Rush Limbaugh offers Democrats an irresistible target as the de facto leader of the Republican Party, but for my money, Rick Scott is the man who best embodies the spirit of the current conservative opposition. The name may not exactly be a household word, or it may ring a faint bell, but Politico recently reported that the millionaire Republican would be heading up Conservatives for Patients' Rights (CPR), a new group that plans to spend around $20 million to kill President Obama's efforts at healthcare reform.
Having Scott lead the charge against healthcare reform is like tapping Bernie Madoff to campaign against tighter securities regulation. You see, the for-profit hospital chain Scott helped found--the one he ran and built his entire reputation on--was discovered to be in the habit of defrauding the government out of hundreds of millions of dollars.
This is the man who will be delivering what Politico called the "pro-free-market message."
A Texas lawyer who shared a business partner with George W. Bush, Scott started his health company, Columbia Hospital Corporation, in 1987. Its growth was meteoric, expanding from just a few hospitals to more than 1,000 facilities in thirty-eight states and three other countries in 1997. As his firm gobbled up chains, like the Frist family's Hospital Corporation of America (HCA), it became the largest for-profit hospital chain in the country. By 1994, Columbia/HCA was one of the forty largest corporations in America, and Scott had acquired a reputation as the Gordon Gecko of the healthcare world. "Whose patients are you stealing?" he would ask employees at his newly acquired hospitals.
He promised to put nonprofit hospitals--which he insisted on referring to as "nontaxpaying" hospitals--out of business and touted his company's single-minded pursuit of profit as a model for the nation's entire healthcare system. "What's happening in Washington is not healthcare reform," he told the New York Times in 1994. "Healthcare reform is happening in the marketplace."
The press portrayed Scott as a guru to be admired and feared, "a private capitalist dictator," in the words of one Princeton health economist. "Probably the lowest body fat of anybody I've been in business with," his partner told the Times.
"Other hospitals were intimidated," recalls John Schilling, who worked for Columbia/HCA in the 1990s. Scott was "like the bully that would come into town and if you didn't sell to him or partner with him, he would open up shop across the street from you and put you out of business."
Not long after joining the company in 1993 as the supervisor of reimbursement for the Fort Myers, Florida, office, Schilling noticed things weren't quite kosher. "They were looking for ways to maximize reimbursement...which ultimately would improve the bottom line."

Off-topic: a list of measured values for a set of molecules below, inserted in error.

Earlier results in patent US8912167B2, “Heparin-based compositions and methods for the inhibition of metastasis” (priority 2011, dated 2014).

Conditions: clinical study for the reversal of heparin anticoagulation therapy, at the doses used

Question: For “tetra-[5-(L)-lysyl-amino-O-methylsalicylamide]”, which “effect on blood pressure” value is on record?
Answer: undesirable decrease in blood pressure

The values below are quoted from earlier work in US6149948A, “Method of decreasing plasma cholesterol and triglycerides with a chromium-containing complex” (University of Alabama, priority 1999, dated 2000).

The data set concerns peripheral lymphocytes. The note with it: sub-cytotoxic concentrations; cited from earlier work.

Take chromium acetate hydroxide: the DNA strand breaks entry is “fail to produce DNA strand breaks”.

One way they did this was to fudge the costs on their Medicare expense reports. They were "basically keeping two sets of books," says Schilling. The company would maintain an internal expense report, what it called a "reserve" report, which accurately tallied its expenses. "And then they would have a second report, which...they would file with the government, which was more aggressive." That report would "include inflated costs and expenses they knew weren't allowable or reimbursable. The one they filed with government might claim $5 million and the reserve would claim $4.5." Columbia/HCA would pocket the difference.
It wasn't just happening in Florida, and it wasn't just fraudulent Medicare expense reports. Around the country, dozens of whistle-blowers like Schilling stepped forward to file lawsuits under the False Claims Act, charging the company with sundry forms of chicanery: kickbacks to doctors in exchange for referrals, illegal deals with homecare agencies and filing false data about the use of hospital space.
By 1997 the FBI was investigating Columbia/HCA. Days after agents raided company facilities armed with search warrants, Scott was forced to resign. In 2000 the company pleaded guilty to fraud and agreed to pay the government $840 million. Other civil settlements would follow, ultimately totaling a staggering $1.7 billion, making it the largest fraud case in American history.
(Scott was never criminally charged and continues to deny wrongdoing. His spokesperson did not respond to repeated interview requests.)
But in Washington there's no such thing as permanent disgrace, and as the healthcare debate heats up, Scott has established himself as a go-to source for reporters looking to hear from the opposition. He's been quoted in the Wall Street Journal and the Washington Post. He's been on Fox, of course, railing against President Obama's efforts to control healthcare costs. He appeared on CNN, where (as Media Matters noted) host Jessica Yellin never saw fit to notify viewers that the man she introduced as running "a media campaign to limit government's role in the healthcare system" once ran a company that profited mightily from ripping off that government.
Indeed, if there's one thing that's most galling about Scott's antigovernment jihad--and most emblematic--it's that for all his John Galt bluster, he made his fortune (which, yes, he still has) in no small part thanks to steady contract fees from the Great Society's entitlement programs.
Congressman Pete Stark, a veteran of the last bruising round of fighting over healthcare reform, remembers Scott all too well. Stark recently sent his colleagues a letter hoping to refresh their memories. Calling Scott a "swindler," the letter said, "If he is the conservative spokesperson against healthcare reform, there is no debate."